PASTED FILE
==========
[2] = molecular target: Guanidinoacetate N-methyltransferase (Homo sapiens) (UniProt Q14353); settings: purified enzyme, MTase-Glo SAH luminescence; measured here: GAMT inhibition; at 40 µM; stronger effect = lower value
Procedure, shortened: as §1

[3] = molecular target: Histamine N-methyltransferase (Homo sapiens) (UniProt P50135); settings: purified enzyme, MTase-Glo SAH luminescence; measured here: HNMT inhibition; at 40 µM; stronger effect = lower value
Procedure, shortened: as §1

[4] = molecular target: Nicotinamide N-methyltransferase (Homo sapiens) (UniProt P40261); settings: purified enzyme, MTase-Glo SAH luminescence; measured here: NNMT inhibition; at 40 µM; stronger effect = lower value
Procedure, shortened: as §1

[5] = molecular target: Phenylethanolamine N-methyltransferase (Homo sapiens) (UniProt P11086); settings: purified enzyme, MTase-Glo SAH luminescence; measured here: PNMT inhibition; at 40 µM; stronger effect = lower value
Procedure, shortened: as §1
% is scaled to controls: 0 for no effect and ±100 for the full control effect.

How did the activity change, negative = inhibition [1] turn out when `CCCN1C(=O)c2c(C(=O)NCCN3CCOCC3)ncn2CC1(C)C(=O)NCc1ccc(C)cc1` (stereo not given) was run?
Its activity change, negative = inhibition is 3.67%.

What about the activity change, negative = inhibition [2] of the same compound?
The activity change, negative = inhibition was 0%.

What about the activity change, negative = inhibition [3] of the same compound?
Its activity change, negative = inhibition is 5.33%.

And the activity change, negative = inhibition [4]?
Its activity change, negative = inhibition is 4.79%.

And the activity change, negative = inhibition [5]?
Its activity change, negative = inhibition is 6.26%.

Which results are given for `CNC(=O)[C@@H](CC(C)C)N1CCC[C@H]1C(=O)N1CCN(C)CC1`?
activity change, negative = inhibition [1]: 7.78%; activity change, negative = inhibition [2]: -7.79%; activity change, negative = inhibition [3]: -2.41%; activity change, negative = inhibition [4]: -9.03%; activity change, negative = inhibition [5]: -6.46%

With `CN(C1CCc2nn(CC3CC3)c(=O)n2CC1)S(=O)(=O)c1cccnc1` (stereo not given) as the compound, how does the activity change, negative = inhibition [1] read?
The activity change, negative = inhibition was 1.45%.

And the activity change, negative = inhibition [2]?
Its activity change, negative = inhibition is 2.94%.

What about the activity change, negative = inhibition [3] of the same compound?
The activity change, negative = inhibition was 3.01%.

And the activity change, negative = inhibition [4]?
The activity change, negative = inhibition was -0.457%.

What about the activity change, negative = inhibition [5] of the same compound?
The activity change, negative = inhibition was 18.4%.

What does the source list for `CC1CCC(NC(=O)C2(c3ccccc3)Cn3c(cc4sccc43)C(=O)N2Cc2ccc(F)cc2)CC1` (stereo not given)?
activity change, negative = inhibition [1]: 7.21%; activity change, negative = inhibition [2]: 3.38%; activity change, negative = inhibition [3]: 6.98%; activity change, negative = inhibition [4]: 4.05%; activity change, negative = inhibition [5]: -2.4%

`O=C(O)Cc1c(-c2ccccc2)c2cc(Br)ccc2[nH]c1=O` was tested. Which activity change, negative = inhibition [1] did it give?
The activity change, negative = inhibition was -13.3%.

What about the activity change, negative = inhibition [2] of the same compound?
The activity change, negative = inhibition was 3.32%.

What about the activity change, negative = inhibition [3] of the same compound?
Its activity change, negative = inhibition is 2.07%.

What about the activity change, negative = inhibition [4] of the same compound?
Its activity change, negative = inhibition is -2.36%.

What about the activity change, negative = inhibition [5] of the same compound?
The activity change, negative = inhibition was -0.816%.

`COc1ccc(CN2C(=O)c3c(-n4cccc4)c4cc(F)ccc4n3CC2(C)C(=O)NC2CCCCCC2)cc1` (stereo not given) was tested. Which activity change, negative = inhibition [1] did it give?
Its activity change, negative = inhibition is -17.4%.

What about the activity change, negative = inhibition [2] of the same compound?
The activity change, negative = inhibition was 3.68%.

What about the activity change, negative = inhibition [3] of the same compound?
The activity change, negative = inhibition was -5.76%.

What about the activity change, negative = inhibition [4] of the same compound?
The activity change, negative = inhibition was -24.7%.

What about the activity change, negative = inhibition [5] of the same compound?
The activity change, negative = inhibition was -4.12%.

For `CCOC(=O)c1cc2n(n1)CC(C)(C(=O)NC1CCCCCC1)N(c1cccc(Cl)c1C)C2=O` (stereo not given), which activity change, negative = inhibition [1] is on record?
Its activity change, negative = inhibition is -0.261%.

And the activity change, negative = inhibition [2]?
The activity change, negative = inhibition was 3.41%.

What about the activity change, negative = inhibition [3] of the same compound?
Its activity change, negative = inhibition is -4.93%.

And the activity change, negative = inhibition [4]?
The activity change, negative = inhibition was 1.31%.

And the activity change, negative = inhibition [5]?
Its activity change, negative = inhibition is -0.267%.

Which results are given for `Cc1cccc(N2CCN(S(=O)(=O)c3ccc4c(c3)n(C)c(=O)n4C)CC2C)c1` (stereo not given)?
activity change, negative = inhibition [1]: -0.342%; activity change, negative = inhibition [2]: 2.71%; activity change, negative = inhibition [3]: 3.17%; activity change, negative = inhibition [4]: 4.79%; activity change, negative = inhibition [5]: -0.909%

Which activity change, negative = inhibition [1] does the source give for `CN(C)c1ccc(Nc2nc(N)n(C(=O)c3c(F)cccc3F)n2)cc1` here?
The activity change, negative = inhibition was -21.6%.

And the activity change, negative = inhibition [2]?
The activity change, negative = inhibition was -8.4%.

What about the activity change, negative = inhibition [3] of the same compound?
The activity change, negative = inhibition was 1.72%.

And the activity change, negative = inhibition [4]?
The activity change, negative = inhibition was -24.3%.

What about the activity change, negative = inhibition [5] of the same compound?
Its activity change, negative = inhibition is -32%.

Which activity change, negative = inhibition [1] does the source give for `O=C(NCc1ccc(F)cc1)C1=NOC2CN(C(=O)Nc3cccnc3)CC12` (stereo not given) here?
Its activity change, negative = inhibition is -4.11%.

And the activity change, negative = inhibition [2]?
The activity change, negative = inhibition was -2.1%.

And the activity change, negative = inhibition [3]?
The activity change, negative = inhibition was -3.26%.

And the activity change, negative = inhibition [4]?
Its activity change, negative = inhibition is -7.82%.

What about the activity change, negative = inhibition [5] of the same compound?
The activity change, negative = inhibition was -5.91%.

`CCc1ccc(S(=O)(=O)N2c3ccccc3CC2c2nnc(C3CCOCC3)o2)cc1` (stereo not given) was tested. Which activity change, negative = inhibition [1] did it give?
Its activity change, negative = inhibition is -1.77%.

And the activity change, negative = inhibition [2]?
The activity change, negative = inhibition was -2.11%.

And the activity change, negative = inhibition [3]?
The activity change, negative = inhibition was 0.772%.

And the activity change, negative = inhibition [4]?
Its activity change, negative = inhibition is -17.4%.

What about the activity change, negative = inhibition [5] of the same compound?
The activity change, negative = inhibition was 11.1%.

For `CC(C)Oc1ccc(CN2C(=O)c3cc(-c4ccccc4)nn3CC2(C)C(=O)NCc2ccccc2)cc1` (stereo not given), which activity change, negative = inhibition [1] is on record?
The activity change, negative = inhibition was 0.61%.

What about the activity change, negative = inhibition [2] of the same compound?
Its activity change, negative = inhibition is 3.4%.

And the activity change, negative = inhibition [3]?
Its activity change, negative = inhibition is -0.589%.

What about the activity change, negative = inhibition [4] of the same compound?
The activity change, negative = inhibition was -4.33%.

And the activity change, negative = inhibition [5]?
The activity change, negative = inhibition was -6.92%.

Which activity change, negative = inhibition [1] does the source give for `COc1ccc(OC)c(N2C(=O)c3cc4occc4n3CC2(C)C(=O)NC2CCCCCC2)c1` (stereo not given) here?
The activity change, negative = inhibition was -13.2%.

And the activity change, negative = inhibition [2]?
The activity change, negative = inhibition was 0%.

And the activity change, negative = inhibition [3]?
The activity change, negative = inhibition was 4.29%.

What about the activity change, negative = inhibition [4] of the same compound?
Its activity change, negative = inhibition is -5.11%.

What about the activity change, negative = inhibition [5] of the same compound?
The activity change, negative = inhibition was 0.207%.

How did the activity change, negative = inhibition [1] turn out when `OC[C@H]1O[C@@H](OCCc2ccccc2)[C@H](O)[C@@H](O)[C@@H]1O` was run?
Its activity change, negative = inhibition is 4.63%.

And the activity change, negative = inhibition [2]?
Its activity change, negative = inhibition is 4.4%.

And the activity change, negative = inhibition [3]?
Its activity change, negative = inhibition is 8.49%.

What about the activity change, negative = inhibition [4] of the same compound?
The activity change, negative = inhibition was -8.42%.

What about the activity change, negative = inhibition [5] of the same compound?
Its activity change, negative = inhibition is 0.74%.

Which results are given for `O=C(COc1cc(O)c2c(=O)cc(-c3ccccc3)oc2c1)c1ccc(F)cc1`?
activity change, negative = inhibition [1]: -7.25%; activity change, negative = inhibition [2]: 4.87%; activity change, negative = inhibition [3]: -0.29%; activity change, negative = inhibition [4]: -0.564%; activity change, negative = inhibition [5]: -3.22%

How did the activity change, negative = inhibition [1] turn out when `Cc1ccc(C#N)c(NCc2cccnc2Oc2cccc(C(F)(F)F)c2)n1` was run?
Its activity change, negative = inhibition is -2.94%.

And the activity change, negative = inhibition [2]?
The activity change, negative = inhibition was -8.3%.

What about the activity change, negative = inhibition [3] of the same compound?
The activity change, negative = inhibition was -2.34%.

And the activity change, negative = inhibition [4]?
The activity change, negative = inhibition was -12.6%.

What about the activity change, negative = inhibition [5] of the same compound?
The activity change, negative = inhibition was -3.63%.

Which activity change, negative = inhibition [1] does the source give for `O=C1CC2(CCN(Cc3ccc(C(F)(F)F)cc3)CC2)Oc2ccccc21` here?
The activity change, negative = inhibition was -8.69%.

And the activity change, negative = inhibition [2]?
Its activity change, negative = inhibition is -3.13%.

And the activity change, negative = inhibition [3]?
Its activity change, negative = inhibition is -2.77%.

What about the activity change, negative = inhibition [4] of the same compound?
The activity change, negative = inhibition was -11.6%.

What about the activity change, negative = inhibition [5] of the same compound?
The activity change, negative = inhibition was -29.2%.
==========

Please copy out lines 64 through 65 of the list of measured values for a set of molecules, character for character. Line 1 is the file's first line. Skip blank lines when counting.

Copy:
Which results are given for `Cc1cccc(N2CCN(S(=O)(=O)c3ccc4c(c3)n(C)c(=O)n4C)CC2C)c1` (stereo not given)?
activity change, negative = inhibition [1]: -0.342%; activity change, negative = inhibition [2]: 2.71%; activity change, negative = inhibition [3]: 3.17%; activity change, negative = inhibition [4]: 4.79%; activity change, negative = inhibition [5]: -0.909%